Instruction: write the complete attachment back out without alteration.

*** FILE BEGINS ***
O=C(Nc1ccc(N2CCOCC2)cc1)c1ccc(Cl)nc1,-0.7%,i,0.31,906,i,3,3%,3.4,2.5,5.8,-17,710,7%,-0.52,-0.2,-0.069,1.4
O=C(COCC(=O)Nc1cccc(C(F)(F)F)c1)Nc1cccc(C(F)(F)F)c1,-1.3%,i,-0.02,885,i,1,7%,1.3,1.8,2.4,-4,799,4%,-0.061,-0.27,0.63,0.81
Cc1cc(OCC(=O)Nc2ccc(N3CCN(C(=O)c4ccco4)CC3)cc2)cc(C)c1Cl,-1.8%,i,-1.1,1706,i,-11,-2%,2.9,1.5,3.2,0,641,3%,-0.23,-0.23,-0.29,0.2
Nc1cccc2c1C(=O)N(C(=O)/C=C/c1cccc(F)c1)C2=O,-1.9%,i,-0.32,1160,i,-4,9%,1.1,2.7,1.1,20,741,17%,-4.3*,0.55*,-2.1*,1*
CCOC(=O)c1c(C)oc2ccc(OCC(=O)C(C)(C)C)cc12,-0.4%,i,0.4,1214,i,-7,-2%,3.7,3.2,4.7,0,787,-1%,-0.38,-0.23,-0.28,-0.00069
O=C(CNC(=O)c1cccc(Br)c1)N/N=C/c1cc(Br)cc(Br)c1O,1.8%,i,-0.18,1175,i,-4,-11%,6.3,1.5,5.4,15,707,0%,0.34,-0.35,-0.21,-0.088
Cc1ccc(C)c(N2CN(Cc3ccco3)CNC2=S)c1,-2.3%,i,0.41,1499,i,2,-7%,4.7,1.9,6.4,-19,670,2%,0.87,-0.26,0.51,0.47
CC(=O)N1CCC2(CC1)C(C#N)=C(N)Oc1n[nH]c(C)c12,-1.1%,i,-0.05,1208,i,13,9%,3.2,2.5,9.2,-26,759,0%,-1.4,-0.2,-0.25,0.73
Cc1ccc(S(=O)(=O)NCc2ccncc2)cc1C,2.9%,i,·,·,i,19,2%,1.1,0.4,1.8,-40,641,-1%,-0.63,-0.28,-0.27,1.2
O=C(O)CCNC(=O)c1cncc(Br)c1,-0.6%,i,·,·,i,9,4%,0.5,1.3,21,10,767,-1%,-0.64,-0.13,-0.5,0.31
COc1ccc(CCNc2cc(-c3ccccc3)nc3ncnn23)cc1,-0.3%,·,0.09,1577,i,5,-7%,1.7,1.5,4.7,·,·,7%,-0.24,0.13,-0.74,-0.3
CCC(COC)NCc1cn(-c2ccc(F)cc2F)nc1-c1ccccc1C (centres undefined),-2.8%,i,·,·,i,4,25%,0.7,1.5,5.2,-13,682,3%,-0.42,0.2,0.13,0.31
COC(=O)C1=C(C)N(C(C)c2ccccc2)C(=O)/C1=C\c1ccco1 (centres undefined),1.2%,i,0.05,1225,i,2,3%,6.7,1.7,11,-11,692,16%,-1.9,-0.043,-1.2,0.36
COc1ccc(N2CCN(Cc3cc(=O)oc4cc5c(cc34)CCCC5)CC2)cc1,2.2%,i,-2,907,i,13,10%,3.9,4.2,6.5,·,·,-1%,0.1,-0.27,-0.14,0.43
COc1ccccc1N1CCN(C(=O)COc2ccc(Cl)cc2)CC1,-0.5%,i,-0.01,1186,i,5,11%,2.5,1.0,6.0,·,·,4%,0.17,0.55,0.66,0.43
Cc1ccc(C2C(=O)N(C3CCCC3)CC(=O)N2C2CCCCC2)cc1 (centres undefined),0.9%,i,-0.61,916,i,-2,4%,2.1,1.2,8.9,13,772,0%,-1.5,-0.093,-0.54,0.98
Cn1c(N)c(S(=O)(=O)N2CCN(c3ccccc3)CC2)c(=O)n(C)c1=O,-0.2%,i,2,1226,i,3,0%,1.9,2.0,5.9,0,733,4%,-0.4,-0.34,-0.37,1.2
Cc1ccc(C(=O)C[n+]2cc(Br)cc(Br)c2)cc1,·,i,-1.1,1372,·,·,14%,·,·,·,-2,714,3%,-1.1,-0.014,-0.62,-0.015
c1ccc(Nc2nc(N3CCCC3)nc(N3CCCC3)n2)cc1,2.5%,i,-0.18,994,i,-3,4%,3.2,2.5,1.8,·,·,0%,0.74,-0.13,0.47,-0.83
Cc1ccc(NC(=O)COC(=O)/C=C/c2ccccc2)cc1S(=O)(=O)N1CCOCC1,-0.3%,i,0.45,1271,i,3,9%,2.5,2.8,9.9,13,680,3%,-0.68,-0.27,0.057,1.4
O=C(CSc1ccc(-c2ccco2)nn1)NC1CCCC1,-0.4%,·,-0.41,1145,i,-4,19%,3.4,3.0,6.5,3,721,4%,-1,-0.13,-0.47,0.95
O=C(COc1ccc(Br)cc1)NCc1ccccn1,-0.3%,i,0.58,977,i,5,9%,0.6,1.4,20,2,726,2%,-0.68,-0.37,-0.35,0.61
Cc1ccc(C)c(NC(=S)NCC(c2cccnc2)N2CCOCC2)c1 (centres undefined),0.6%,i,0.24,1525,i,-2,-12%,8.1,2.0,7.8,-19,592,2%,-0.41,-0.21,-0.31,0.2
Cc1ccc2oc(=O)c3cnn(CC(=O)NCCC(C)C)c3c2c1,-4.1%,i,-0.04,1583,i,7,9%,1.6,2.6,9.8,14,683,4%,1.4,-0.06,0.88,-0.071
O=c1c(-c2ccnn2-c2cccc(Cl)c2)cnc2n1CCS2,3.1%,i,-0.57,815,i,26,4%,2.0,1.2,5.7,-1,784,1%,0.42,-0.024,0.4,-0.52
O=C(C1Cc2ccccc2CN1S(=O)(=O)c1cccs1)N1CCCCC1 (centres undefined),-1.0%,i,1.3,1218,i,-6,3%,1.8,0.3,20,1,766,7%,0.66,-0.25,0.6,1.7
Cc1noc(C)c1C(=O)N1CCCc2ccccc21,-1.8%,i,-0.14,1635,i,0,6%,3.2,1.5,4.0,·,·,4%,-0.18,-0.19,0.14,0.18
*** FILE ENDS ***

O=C(Nc1ccc(N2CCOCC2)cc1)c1ccc(Cl)nc1,-0.7%,i,0.31,906,i,3,3%,3.4,2.5,5.8,-17,710,7%,-0.52,-0.2,-0.069,1.4
O=C(COCC(=O)Nc1cccc(C(F)(F)F)c1)Nc1cccc(C(F)(F)F)c1,-1.3%,i,-0.02,885,i,1,7%,1.3,1.8,2.4,-4,799,4%,-0.061,-0.27,0.63,0.81
Cc1cc(OCC(=O)Nc2ccc(N3CCN(C(=O)c4ccco4)CC3)cc2)cc(C)c1Cl,-1.8%,i,-1.1,1706,i,-11,-2%,2.9,1.5,3.2,0,641,3%,-0.23,-0.23,-0.29,0.2
Nc1cccc2c1C(=O)N(C(=O)/C=C/c1cccc(F)c1)C2=O,-1.9%,i,-0.32,1160,i,-4,9%,1.1,2.7,1.1,20,741,17%,-4.3*,0.55*,-2.1*,1*
CCOC(=O)c1c(C)oc2ccc(OCC(=O)C(C)(C)C)cc12,-0.4%,i,0.4,1214,i,-7,-2%,3.7,3.2,4.7,0,787,-1%,-0.38,-0.23,-0.28,-0.00069
O=C(CNC(=O)c1cccc(Br)c1)N/N=C/c1cc(Br)cc(Br)c1O,1.8%,i,-0.18,1175,i,-4,-11%,6.3,1.5,5.4,15,707,0%,0.34,-0.35,-0.21,-0.088
Cc1ccc(C)c(N2CN(Cc3ccco3)CNC2=S)c1,-2.3%,i,0.41,1499,i,2,-7%,4.7,1.9,6.4,-19,670,2%,0.87,-0.26,0.51,0.47
CC(=O)N1CCC2(CC1)C(C#N)=C(N)Oc1n[nH]c(C)c12,-1.1%,i,-0.05,1208,i,13,9%,3.2,2.5,9.2,-26,759,0%,-1.4,-0.2,-0.25,0.73
Cc1ccc(S(=O)(=O)NCc2ccncc2)cc1C,2.9%,i,·,·,i,19,2%,1.1,0.4,1.8,-40,641,-1%,-0.63,-0.28,-0.27,1.2
O=C(O)CCNC(=O)c1cncc(Br)c1,-0.6%,i,·,·,i,9,4%,0.5,1.3,21,10,767,-1%,-0.64,-0.13,-0.5,0.31
COc1ccc(CCNc2cc(-c3ccccc3)nc3ncnn23)cc1,-0.3%,·,0.09,1577,i,5,-7%,1.7,1.5,4.7,·,·,7%,-0.24,0.13,-0.74,-0.3
CCC(COC)NCc1cn(-c2ccc(F)cc2F)nc1-c1ccccc1C (centres undefined),-2.8%,i,·,·,i,4,25%,0.7,1.5,5.2,-13,682,3%,-0.42,0.2,0.13,0.31
COC(=O)C1=C(C)N(C(C)c2ccccc2)C(=O)/C1=C\c1ccco1 (centres undefined),1.2%,i,0.05,1225,i,2,3%,6.7,1.7,11,-11,692,16%,-1.9,-0.043,-1.2,0.36
COc1ccc(N2CCN(Cc3cc(=O)oc4cc5c(cc34)CCCC5)CC2)cc1,2.2%,i,-2,907,i,13,10%,3.9,4.2,6.5,·,·,-1%,0.1,-0.27,-0.14,0.43
COc1ccccc1N1CCN(C(=O)COc2ccc(Cl)cc2)CC1,-0.5%,i,-0.01,1186,i,5,11%,2.5,1.0,6.0,·,·,4%,0.17,0.55,0.66,0.43
Cc1ccc(C2C(=O)N(C3CCCC3)CC(=O)N2C2CCCCC2)cc1 (centres undefined),0.9%,i,-0.61,916,i,-2,4%,2.1,1.2,8.9,13,772,0%,-1.5,-0.093,-0.54,0.98
Cn1c(N)c(S(=O)(=O)N2CCN(c3ccccc3)CC2)c(=O)n(C)c1=O,-0.2%,i,2,1226,i,3,0%,1.9,2.0,5.9,0,733,4%,-0.4,-0.34,-0.37,1.2
Cc1ccc(C(=O)C[n+]2cc(Br)cc(Br)c2)cc1,·,i,-1.1,1372,·,·,14%,·,·,·,-2,714,3%,-1.1,-0.014,-0.62,-0.015
c1ccc(Nc2nc(N3CCCC3)nc(N3CCCC3)n2)cc1,2.5%,i,-0.18,994,i,-3,4%,3.2,2.5,1.8,·,·,0%,0.74,-0.13,0.47,-0.83
Cc1ccc(NC(=O)COC(=O)/C=C/c2ccccc2)cc1S(=O)(=O)N1CCOCC1,-0.3%,i,0.45,1271,i,3,9%,2.5,2.8,9.9,13,680,3%,-0.68,-0.27,0.057,1.4
O=C(CSc1ccc(-c2ccco2)nn1)NC1CCCC1,-0.4%,·,-0.41,1145,i,-4,19%,3.4,3.0,6.5,3,721,4%,-1,-0.13,-0.47,0.95
O=C(COc1ccc(Br)cc1)NCc1ccccn1,-0.3%,i,0.58,977,i,5,9%,0.6,1.4,20,2,726,2%,-0.68,-0.37,-0.35,0.61
Cc1ccc(C)c(NC(=S)NCC(c2cccnc2)N2CCOCC2)c1 (centres undefined),0.6%,i,0.24,1525,i,-2,-12%,8.1,2.0,7.8,-19,592,2%,-0.41,-0.21,-0.31,0.2
Cc1ccc2oc(=O)c3cnn(CC(=O)NCCC(C)C)c3c2c1,-4.1%,i,-0.04,1583,i,7,9%,1.6,2.6,9.8,14,683,4%,1.4,-0.06,0.88,-0.071
O=c1c(-c2ccnn2-c2cccc(Cl)c2)cnc2n1CCS2,3.1%,i,-0.57,815,i,26,4%,2.0,1.2,5.7,-1,784,1%,0.42,-0.024,0.4,-0.52
O=C(C1Cc2ccccc2CN1S(=O)(=O)c1cccs1)N1CCCCC1 (centres undefined),-1.0%,i,1.3,1218,i,-6,3%,1.8,0.3,20,1,766,7%,0.66,-0.25,0.6,1.7
Cc1noc(C)c1C(=O)N1CCCc2ccccc21,-1.8%,i,-0.14,1635,i,0,6%,3.2,1.5,4.0,·,·,4%,-0.18,-0.19,0.14,0.18